After the planning had been done, we set up a couple of meetings with the PMs to actually do the shooting. All in all, I probably spent about three or four hours shooting -- including direction, brainstorming for additional scenes, goofing around, location changes, etc. -- for a total of about forty-five minutes of raw footage. Now that might sound highly inefficient -- taking four hours to get forty-five minutes of footage for a three minute video -- but it's actually quite good. Now I didn't have any lighting or set decoration or makeup or anything else to worry about... but still ;-). The "average" rate of shooting for a real movie is to shoot five minutes of screen time per day.

Now on to the hard part -- editing! They say a film is made in the editing room, and that's often true. The editor can set the tone, the pace, and even the plot of the film. They can make a scene suspenseful, or dramatic, or funny, or action-packed, just by the way they cut different angles together and shake up the dialogue. They can change the way a story is told by omitting (or just re-arranging) dialogue or other points of exposition. Anyway, my measly forty-five minutes of footage took upwards of twenty-five hours (yep, hours) to cut together the way I wanted it. The main reason it took so long was that the song is very fast, and I wanted lots and lots of very rapid cuts -- most shots last for four seconds or less -- and that took a lot of frame-by-frame tweaking in some areas, and just some very time consuming arrangements in others. I also wanted it to match the beat of the song (of course :-) ) and I added some other background music to the intro / credits as well. Oh, and something that probably no-one appreciated, but I took some time working on -- during the song, all the "live" audio from the original footage is muted, except for five key shots where I left it in. And one of those is cunningly timed with the music, although no-one will even know it ;-)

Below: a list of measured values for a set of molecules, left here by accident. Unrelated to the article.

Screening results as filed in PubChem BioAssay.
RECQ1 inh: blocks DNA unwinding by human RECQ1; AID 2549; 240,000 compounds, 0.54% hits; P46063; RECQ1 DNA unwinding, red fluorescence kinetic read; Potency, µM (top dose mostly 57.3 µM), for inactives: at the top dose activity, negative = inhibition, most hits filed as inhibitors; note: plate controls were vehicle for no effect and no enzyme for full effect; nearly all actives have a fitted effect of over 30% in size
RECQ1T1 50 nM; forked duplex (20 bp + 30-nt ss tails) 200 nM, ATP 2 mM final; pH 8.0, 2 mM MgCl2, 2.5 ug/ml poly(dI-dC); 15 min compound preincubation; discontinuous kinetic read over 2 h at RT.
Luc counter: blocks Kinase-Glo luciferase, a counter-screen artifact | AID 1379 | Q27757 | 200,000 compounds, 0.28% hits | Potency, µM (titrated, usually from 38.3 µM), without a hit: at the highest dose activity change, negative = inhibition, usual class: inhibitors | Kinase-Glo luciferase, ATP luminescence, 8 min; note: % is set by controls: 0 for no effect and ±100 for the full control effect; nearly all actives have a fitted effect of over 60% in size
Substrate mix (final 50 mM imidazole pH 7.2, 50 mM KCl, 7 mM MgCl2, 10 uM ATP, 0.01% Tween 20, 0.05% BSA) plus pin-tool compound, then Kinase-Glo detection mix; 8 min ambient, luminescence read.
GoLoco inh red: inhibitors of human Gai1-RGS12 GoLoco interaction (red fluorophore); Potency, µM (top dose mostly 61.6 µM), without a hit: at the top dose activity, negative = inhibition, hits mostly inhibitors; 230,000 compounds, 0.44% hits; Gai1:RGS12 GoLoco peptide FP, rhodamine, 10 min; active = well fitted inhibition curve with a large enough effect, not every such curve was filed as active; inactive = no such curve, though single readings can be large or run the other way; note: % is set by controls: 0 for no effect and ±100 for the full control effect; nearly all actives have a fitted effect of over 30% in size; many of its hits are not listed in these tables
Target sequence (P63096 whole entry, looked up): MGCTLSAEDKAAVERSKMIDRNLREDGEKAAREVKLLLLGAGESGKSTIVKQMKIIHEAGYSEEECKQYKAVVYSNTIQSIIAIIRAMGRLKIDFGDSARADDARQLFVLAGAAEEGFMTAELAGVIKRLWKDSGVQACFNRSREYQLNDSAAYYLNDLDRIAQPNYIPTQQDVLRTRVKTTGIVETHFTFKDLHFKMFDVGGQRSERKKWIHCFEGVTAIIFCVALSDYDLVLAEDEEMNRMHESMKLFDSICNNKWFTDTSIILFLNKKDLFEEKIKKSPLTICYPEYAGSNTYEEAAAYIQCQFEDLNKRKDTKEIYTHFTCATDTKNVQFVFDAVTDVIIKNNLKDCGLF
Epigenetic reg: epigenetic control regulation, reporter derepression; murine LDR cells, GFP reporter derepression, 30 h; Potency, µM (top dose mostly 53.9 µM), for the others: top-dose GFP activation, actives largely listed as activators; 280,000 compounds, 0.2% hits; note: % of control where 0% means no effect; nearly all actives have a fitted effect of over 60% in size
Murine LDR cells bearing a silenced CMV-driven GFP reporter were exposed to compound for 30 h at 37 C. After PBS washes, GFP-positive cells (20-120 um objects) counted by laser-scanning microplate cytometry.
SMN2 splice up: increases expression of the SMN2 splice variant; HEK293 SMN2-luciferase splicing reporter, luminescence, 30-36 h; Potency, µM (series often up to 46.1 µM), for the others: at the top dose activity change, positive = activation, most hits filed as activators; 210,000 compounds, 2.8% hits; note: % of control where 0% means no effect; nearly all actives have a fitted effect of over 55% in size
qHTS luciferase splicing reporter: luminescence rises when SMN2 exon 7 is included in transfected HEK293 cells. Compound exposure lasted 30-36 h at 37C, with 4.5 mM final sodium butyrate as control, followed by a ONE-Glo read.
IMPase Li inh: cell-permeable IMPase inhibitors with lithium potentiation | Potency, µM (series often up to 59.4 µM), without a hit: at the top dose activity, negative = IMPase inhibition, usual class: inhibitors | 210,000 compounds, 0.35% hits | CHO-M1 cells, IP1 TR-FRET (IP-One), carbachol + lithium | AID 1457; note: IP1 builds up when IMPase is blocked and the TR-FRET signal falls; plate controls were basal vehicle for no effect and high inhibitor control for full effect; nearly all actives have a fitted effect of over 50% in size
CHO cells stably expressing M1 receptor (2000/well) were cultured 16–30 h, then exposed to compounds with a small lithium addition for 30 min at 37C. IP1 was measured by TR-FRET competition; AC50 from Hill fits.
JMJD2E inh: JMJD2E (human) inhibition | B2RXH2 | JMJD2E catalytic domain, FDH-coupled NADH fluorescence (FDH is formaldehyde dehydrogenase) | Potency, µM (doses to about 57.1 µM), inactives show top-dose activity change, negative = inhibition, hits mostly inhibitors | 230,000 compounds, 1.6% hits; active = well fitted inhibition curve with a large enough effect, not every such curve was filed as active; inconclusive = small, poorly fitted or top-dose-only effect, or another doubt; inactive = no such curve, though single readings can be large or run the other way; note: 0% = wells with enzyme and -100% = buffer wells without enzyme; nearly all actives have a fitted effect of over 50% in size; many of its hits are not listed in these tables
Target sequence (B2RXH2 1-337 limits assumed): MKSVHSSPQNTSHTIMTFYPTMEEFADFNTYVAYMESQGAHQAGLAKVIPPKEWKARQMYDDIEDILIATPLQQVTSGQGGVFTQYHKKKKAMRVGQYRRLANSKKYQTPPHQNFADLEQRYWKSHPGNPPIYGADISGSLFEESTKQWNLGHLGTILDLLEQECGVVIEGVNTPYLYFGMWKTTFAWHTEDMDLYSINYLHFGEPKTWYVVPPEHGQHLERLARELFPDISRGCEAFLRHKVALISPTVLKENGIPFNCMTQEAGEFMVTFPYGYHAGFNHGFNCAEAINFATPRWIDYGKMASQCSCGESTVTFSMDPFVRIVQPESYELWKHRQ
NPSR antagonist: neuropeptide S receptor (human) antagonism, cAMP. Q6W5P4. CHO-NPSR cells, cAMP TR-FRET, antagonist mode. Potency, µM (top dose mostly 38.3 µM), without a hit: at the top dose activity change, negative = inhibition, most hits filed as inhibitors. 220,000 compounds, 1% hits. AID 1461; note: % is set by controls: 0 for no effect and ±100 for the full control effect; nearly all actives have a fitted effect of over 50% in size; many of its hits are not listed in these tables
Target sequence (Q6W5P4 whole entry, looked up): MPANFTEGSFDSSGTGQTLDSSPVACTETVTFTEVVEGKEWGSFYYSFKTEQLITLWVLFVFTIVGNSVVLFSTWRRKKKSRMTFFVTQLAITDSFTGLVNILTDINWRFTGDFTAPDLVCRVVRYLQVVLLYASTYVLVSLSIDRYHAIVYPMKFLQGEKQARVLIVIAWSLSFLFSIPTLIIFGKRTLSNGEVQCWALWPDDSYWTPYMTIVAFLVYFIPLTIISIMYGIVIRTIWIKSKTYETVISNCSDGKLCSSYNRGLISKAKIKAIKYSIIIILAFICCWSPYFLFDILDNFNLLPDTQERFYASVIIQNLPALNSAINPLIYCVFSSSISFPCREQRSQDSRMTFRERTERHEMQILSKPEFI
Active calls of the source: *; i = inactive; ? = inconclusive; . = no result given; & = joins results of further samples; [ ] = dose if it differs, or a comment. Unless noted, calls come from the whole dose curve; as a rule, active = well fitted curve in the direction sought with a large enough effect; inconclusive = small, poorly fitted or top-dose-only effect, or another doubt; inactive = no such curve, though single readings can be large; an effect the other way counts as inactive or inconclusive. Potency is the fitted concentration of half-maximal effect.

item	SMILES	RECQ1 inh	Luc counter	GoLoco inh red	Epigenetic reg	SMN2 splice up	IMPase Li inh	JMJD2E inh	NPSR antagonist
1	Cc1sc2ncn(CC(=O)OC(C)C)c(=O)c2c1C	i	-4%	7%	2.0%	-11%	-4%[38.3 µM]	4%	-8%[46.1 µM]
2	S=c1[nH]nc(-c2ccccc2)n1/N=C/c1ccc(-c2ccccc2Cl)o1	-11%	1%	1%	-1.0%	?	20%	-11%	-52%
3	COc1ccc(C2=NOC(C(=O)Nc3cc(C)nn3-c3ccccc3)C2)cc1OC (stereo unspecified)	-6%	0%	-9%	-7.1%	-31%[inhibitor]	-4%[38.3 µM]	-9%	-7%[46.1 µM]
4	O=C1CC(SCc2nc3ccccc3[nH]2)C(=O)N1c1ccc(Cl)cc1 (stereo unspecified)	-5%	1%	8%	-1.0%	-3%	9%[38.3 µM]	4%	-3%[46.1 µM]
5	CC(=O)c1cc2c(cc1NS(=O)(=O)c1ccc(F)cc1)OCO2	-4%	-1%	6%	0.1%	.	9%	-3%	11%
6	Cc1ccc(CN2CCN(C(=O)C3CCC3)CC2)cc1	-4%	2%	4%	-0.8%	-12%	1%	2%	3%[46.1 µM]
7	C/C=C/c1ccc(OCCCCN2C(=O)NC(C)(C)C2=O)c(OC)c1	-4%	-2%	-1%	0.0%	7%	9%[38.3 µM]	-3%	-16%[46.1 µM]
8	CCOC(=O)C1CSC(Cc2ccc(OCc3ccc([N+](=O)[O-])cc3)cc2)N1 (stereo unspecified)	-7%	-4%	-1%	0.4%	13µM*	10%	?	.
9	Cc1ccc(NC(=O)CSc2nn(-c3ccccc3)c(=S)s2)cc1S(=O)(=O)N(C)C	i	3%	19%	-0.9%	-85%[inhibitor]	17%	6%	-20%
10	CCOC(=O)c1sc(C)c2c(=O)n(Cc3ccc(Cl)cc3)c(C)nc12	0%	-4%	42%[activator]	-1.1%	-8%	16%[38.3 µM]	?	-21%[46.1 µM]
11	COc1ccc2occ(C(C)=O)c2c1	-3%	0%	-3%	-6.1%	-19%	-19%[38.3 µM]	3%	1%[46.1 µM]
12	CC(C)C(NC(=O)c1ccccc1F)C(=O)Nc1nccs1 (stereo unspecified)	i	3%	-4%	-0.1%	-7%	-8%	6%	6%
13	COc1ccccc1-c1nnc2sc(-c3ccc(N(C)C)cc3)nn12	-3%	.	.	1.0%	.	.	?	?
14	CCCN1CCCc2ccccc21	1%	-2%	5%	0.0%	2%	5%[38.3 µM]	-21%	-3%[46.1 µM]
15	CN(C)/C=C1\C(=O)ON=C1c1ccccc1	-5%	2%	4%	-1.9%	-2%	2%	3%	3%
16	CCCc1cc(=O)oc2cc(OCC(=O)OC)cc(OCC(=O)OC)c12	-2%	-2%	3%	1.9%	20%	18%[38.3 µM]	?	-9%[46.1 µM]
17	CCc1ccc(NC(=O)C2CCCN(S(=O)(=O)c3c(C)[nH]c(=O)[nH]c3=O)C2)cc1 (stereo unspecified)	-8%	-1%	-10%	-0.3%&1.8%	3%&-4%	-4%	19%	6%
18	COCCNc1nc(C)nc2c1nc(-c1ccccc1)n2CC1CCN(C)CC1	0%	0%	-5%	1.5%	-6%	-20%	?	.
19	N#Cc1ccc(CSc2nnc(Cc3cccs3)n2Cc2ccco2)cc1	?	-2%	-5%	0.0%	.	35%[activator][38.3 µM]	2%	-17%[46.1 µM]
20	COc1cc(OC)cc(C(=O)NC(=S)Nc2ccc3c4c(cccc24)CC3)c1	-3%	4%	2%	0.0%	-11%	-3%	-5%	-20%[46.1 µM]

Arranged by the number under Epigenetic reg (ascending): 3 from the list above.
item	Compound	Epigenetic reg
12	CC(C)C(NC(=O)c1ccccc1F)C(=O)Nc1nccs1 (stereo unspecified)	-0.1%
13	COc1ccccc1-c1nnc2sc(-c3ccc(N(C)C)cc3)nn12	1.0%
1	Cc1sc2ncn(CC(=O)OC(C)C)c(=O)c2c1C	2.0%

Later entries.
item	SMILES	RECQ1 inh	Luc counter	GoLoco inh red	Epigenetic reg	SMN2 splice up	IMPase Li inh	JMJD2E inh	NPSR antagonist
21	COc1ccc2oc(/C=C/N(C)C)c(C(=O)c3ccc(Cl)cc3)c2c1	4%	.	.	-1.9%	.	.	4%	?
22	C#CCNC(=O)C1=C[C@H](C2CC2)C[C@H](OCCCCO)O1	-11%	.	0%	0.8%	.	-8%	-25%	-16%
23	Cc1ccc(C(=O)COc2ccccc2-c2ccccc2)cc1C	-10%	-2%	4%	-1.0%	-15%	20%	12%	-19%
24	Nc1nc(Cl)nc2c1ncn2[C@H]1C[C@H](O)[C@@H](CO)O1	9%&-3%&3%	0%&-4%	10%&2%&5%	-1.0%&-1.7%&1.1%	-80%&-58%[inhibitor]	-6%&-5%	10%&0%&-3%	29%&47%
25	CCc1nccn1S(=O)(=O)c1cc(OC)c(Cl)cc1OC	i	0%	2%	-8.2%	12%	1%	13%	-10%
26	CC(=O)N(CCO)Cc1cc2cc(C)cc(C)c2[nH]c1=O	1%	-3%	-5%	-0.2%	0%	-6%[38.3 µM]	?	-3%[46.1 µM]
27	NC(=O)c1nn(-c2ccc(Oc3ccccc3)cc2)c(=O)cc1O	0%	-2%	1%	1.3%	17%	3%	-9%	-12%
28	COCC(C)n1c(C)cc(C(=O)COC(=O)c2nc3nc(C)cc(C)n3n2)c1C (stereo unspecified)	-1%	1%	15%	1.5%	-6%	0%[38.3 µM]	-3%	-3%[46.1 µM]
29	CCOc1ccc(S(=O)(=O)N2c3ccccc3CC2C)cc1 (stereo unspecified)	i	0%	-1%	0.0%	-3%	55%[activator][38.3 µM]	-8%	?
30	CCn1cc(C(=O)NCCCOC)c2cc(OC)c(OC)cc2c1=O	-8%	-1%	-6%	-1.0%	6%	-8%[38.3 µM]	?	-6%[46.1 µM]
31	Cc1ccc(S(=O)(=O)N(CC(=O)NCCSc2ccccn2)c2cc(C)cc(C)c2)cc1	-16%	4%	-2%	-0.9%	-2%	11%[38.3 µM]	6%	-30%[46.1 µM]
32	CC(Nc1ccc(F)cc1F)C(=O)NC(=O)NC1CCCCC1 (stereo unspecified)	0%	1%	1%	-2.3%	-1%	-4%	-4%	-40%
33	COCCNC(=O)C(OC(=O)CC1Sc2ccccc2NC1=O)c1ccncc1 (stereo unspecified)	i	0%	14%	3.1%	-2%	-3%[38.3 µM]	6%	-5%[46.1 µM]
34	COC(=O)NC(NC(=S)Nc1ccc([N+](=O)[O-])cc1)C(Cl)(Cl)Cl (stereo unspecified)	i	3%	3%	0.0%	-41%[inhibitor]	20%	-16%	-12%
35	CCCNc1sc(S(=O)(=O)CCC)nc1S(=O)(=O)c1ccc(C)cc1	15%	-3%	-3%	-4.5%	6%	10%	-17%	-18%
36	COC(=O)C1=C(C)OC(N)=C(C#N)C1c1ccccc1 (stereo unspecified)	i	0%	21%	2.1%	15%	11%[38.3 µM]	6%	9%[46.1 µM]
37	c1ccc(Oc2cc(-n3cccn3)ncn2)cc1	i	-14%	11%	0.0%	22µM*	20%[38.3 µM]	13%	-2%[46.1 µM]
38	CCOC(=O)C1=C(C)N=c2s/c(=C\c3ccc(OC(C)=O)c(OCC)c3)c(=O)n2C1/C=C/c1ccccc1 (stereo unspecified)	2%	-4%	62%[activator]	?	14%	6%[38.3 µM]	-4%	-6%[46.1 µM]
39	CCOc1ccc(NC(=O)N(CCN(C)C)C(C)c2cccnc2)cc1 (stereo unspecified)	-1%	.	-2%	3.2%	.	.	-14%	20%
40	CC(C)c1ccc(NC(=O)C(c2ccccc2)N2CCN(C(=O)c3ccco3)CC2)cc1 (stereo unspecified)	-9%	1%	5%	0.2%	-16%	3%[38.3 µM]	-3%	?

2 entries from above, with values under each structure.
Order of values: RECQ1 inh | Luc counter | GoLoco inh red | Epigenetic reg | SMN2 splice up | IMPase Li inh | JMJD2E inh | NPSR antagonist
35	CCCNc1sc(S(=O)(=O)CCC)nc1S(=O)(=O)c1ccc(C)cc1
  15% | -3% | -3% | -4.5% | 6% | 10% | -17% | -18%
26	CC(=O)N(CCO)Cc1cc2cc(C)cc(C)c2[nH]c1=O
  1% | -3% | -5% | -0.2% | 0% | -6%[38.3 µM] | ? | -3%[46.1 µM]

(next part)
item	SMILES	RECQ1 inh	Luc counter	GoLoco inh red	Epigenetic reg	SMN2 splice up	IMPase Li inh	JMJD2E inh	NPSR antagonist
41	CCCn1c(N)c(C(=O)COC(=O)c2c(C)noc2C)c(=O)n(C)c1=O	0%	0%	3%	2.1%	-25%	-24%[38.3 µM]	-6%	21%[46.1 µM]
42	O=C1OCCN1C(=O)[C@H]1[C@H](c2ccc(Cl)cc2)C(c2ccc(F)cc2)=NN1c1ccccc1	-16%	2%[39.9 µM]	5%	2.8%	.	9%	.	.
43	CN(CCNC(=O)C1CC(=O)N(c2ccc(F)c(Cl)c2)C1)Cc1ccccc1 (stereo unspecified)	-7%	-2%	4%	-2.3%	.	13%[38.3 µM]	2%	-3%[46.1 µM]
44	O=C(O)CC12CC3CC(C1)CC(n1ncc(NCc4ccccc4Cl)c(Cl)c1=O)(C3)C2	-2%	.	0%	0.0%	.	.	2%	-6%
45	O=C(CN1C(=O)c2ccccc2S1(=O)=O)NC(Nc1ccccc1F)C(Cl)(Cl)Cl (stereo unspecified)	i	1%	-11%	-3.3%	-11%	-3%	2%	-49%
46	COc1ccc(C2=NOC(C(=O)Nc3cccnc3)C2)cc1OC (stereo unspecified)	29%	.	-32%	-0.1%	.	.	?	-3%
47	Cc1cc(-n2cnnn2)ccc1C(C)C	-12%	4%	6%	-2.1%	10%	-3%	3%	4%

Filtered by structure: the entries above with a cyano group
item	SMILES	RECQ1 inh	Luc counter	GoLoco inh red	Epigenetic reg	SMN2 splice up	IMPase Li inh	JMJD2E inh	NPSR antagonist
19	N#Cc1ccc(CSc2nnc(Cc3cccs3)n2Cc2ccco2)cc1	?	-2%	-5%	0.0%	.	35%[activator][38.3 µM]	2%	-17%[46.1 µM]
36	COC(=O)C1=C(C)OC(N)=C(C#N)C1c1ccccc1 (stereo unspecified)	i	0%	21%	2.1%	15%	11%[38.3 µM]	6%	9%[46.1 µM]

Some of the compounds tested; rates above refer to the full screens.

The final video -- including a Star Wars-like scrolling text intro, the meeting re-enactment, the video clip, and an epilogue -- weighed in at 4:57 and included approximately 130 different cuts (whew!). It was put together using Windows Movie Maker 2.1 (free with Windows XP Service Pack 2), which was actually much better than I had expected. It's obviously not a professional-level editing tool, and it has issues with frame-by-frame cuts and so on, but it does do the basics quite well and lets you do stuff like overlay audio and speed up / slow down footage.

Overall, I am pretty happy with the video. It seemed to be a crowd pleaser -- which was of course the purpose of the film -- and some of the sequences turned out how I wanted them to, but it could have been so much more ;-). It's just like when we ship a product to customers -- if we've done things reasonably well, customers love the product and think we've done a great job, but all we tend to focus on is all the cool things we had to cut from it and how we're going to make the next version so much better. Software development (and movie production) is no job for laurel-resters. Of course, I had a wonderful cast to work with :-) and they had some great ideas for scenes as well... and I'd like to thank my parents, my agent, my friends, my Expobar, ...

I would like to post the video for all to see, but unfortunately it is set to music which I obviously don't have permission to distribute.

And it would be pretty silly watching it without the sound.

  • Can you get permission, perhaps as a promotional item? ;)